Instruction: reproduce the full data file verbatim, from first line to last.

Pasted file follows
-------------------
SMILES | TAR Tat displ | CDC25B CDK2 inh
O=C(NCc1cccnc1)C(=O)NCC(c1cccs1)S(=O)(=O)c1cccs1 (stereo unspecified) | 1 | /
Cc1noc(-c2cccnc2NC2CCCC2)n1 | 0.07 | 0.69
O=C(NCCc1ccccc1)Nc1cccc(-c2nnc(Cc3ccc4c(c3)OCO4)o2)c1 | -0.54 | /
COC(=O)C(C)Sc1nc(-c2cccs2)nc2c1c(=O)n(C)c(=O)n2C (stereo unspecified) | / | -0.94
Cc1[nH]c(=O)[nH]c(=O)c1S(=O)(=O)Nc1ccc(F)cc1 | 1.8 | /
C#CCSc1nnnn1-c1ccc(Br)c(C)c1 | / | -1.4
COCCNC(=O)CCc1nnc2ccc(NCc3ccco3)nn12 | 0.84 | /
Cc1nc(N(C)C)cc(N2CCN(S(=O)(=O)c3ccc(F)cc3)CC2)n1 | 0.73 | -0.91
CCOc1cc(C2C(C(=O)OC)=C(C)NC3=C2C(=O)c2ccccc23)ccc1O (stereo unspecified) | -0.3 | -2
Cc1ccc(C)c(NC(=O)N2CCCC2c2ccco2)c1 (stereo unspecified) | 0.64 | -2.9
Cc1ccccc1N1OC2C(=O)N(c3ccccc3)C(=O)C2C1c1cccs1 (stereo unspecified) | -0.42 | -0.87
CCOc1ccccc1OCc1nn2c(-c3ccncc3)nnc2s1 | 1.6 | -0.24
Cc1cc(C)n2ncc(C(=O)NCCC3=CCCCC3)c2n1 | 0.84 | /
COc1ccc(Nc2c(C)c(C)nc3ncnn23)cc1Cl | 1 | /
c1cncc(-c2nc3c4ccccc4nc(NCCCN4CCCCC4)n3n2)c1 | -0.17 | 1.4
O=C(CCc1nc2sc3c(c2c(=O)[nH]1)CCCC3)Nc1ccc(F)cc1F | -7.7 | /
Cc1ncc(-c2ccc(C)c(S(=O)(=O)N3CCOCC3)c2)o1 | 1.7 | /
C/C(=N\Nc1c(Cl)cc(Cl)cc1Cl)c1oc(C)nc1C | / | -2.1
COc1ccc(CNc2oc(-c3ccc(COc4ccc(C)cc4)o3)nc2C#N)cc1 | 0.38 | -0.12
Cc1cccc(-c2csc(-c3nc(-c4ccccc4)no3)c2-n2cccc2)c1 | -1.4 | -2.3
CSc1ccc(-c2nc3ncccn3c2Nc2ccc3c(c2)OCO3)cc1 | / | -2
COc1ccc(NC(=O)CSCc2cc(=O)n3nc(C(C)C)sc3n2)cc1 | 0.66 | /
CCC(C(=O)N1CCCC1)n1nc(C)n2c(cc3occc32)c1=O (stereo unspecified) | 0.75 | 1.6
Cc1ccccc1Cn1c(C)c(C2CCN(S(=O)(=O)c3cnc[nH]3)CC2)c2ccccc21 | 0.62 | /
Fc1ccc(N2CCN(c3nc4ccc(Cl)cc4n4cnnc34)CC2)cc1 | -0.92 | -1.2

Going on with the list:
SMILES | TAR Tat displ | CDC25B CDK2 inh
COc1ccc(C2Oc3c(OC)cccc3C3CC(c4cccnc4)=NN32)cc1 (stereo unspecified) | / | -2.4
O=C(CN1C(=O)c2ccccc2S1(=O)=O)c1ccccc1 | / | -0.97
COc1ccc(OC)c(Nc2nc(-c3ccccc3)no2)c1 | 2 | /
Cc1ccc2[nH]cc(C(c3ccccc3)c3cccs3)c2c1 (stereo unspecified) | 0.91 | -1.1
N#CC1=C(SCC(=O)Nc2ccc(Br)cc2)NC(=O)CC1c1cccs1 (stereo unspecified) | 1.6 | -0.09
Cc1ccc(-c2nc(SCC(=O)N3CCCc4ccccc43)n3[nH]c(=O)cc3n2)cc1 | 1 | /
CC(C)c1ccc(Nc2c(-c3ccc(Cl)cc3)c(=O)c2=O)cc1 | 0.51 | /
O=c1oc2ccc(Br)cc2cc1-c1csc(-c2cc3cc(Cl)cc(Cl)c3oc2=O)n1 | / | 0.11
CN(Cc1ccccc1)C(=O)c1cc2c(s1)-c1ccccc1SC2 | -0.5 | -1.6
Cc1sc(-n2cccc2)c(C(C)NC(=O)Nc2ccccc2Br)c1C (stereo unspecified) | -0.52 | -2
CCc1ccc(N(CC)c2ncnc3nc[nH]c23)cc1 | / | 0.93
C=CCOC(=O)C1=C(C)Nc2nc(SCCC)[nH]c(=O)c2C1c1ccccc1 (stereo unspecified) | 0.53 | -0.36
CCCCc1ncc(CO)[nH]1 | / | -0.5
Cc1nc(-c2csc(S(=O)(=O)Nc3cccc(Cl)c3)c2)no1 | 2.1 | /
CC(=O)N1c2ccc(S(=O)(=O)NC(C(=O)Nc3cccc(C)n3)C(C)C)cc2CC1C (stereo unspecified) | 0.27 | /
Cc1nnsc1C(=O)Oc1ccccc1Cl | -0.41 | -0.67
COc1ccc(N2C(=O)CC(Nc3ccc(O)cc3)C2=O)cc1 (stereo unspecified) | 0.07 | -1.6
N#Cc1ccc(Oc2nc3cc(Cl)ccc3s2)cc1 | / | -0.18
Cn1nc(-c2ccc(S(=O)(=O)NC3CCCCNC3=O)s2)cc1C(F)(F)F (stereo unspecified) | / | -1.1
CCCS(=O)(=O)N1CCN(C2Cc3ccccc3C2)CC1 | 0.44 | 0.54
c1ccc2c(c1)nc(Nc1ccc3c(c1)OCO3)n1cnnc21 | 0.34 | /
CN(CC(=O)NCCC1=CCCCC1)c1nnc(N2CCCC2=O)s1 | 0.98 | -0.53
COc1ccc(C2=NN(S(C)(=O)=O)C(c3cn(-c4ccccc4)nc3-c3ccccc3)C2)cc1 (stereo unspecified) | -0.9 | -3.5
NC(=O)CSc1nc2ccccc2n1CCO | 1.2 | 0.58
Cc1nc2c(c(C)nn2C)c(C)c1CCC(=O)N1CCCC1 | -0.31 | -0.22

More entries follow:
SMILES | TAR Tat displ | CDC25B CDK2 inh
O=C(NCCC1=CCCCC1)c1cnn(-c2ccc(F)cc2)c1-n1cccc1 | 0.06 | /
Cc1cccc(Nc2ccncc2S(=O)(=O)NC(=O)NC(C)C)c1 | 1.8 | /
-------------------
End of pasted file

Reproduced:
SMILES | TAR Tat displ | CDC25B CDK2 inh
O=C(NCc1cccnc1)C(=O)NCC(c1cccs1)S(=O)(=O)c1cccs1 (stereo unspecified) | 1 | /
Cc1noc(-c2cccnc2NC2CCCC2)n1 | 0.07 | 0.69
O=C(NCCc1ccccc1)Nc1cccc(-c2nnc(Cc3ccc4c(c3)OCO4)o2)c1 | -0.54 | /
COC(=O)C(C)Sc1nc(-c2cccs2)nc2c1c(=O)n(C)c(=O)n2C (stereo unspecified) | / | -0.94
Cc1[nH]c(=O)[nH]c(=O)c1S(=O)(=O)Nc1ccc(F)cc1 | 1.8 | /
C#CCSc1nnnn1-c1ccc(Br)c(C)c1 | / | -1.4
COCCNC(=O)CCc1nnc2ccc(NCc3ccco3)nn12 | 0.84 | /
Cc1nc(N(C)C)cc(N2CCN(S(=O)(=O)c3ccc(F)cc3)CC2)n1 | 0.73 | -0.91
CCOc1cc(C2C(C(=O)OC)=C(C)NC3=C2C(=O)c2ccccc23)ccc1O (stereo unspecified) | -0.3 | -2
Cc1ccc(C)c(NC(=O)N2CCCC2c2ccco2)c1 (stereo unspecified) | 0.64 | -2.9
Cc1ccccc1N1OC2C(=O)N(c3ccccc3)C(=O)C2C1c1cccs1 (stereo unspecified) | -0.42 | -0.87
CCOc1ccccc1OCc1nn2c(-c3ccncc3)nnc2s1 | 1.6 | -0.24
Cc1cc(C)n2ncc(C(=O)NCCC3=CCCCC3)c2n1 | 0.84 | /
COc1ccc(Nc2c(C)c(C)nc3ncnn23)cc1Cl | 1 | /
c1cncc(-c2nc3c4ccccc4nc(NCCCN4CCCCC4)n3n2)c1 | -0.17 | 1.4
O=C(CCc1nc2sc3c(c2c(=O)[nH]1)CCCC3)Nc1ccc(F)cc1F | -7.7 | /
Cc1ncc(-c2ccc(C)c(S(=O)(=O)N3CCOCC3)c2)o1 | 1.7 | /
C/C(=N\Nc1c(Cl)cc(Cl)cc1Cl)c1oc(C)nc1C | / | -2.1
COc1ccc(CNc2oc(-c3ccc(COc4ccc(C)cc4)o3)nc2C#N)cc1 | 0.38 | -0.12
Cc1cccc(-c2csc(-c3nc(-c4ccccc4)no3)c2-n2cccc2)c1 | -1.4 | -2.3
CSc1ccc(-c2nc3ncccn3c2Nc2ccc3c(c2)OCO3)cc1 | / | -2
COc1ccc(NC(=O)CSCc2cc(=O)n3nc(C(C)C)sc3n2)cc1 | 0.66 | /
CCC(C(=O)N1CCCC1)n1nc(C)n2c(cc3occc32)c1=O (stereo unspecified) | 0.75 | 1.6
Cc1ccccc1Cn1c(C)c(C2CCN(S(=O)(=O)c3cnc[nH]3)CC2)c2ccccc21 | 0.62 | /
Fc1ccc(N2CCN(c3nc4ccc(Cl)cc4n4cnnc34)CC2)cc1 | -0.92 | -1.2

Going on with the list:
SMILES | TAR Tat displ | CDC25B CDK2 inh
COc1ccc(C2Oc3c(OC)cccc3C3CC(c4cccnc4)=NN32)cc1 (stereo unspecified) | / | -2.4
O=C(CN1C(=O)c2ccccc2S1(=O)=O)c1ccccc1 | / | -0.97
COc1ccc(OC)c(Nc2nc(-c3ccccc3)no2)c1 | 2 | /
Cc1ccc2[nH]cc(C(c3ccccc3)c3cccs3)c2c1 (stereo unspecified) | 0.91 | -1.1
N#CC1=C(SCC(=O)Nc2ccc(Br)cc2)NC(=O)CC1c1cccs1 (stereo unspecified) | 1.6 | -0.09
Cc1ccc(-c2nc(SCC(=O)N3CCCc4ccccc43)n3[nH]c(=O)cc3n2)cc1 | 1 | /
CC(C)c1ccc(Nc2c(-c3ccc(Cl)cc3)c(=O)c2=O)cc1 | 0.51 | /
O=c1oc2ccc(Br)cc2cc1-c1csc(-c2cc3cc(Cl)cc(Cl)c3oc2=O)n1 | / | 0.11
CN(Cc1ccccc1)C(=O)c1cc2c(s1)-c1ccccc1SC2 | -0.5 | -1.6
Cc1sc(-n2cccc2)c(C(C)NC(=O)Nc2ccccc2Br)c1C (stereo unspecified) | -0.52 | -2
CCc1ccc(N(CC)c2ncnc3nc[nH]c23)cc1 | / | 0.93
C=CCOC(=O)C1=C(C)Nc2nc(SCCC)[nH]c(=O)c2C1c1ccccc1 (stereo unspecified) | 0.53 | -0.36
CCCCc1ncc(CO)[nH]1 | / | -0.5
Cc1nc(-c2csc(S(=O)(=O)Nc3cccc(Cl)c3)c2)no1 | 2.1 | /
CC(=O)N1c2ccc(S(=O)(=O)NC(C(=O)Nc3cccc(C)n3)C(C)C)cc2CC1C (stereo unspecified) | 0.27 | /
Cc1nnsc1C(=O)Oc1ccccc1Cl | -0.41 | -0.67
COc1ccc(N2C(=O)CC(Nc3ccc(O)cc3)C2=O)cc1 (stereo unspecified) | 0.07 | -1.6
N#Cc1ccc(Oc2nc3cc(Cl)ccc3s2)cc1 | / | -0.18
Cn1nc(-c2ccc(S(=O)(=O)NC3CCCCNC3=O)s2)cc1C(F)(F)F (stereo unspecified) | / | -1.1
CCCS(=O)(=O)N1CCN(C2Cc3ccccc3C2)CC1 | 0.44 | 0.54
c1ccc2c(c1)nc(Nc1ccc3c(c1)OCO3)n1cnnc21 | 0.34 | /
CN(CC(=O)NCCC1=CCCCC1)c1nnc(N2CCCC2=O)s1 | 0.98 | -0.53
COc1ccc(C2=NN(S(C)(=O)=O)C(c3cn(-c4ccccc4)nc3-c3ccccc3)C2)cc1 (stereo unspecified) | -0.9 | -3.5
NC(=O)CSc1nc2ccccc2n1CCO | 1.2 | 0.58
Cc1nc2c(c(C)nn2C)c(C)c1CCC(=O)N1CCCC1 | -0.31 | -0.22

More entries follow:
SMILES | TAR Tat displ | CDC25B CDK2 inh
O=C(NCCC1=CCCCC1)c1cnn(-c2ccc(F)cc2)c1-n1cccc1 | 0.06 | /
Cc1cccc(Nc2ccncc2S(=O)(=O)NC(=O)NC(C)C)c1 | 1.8 | /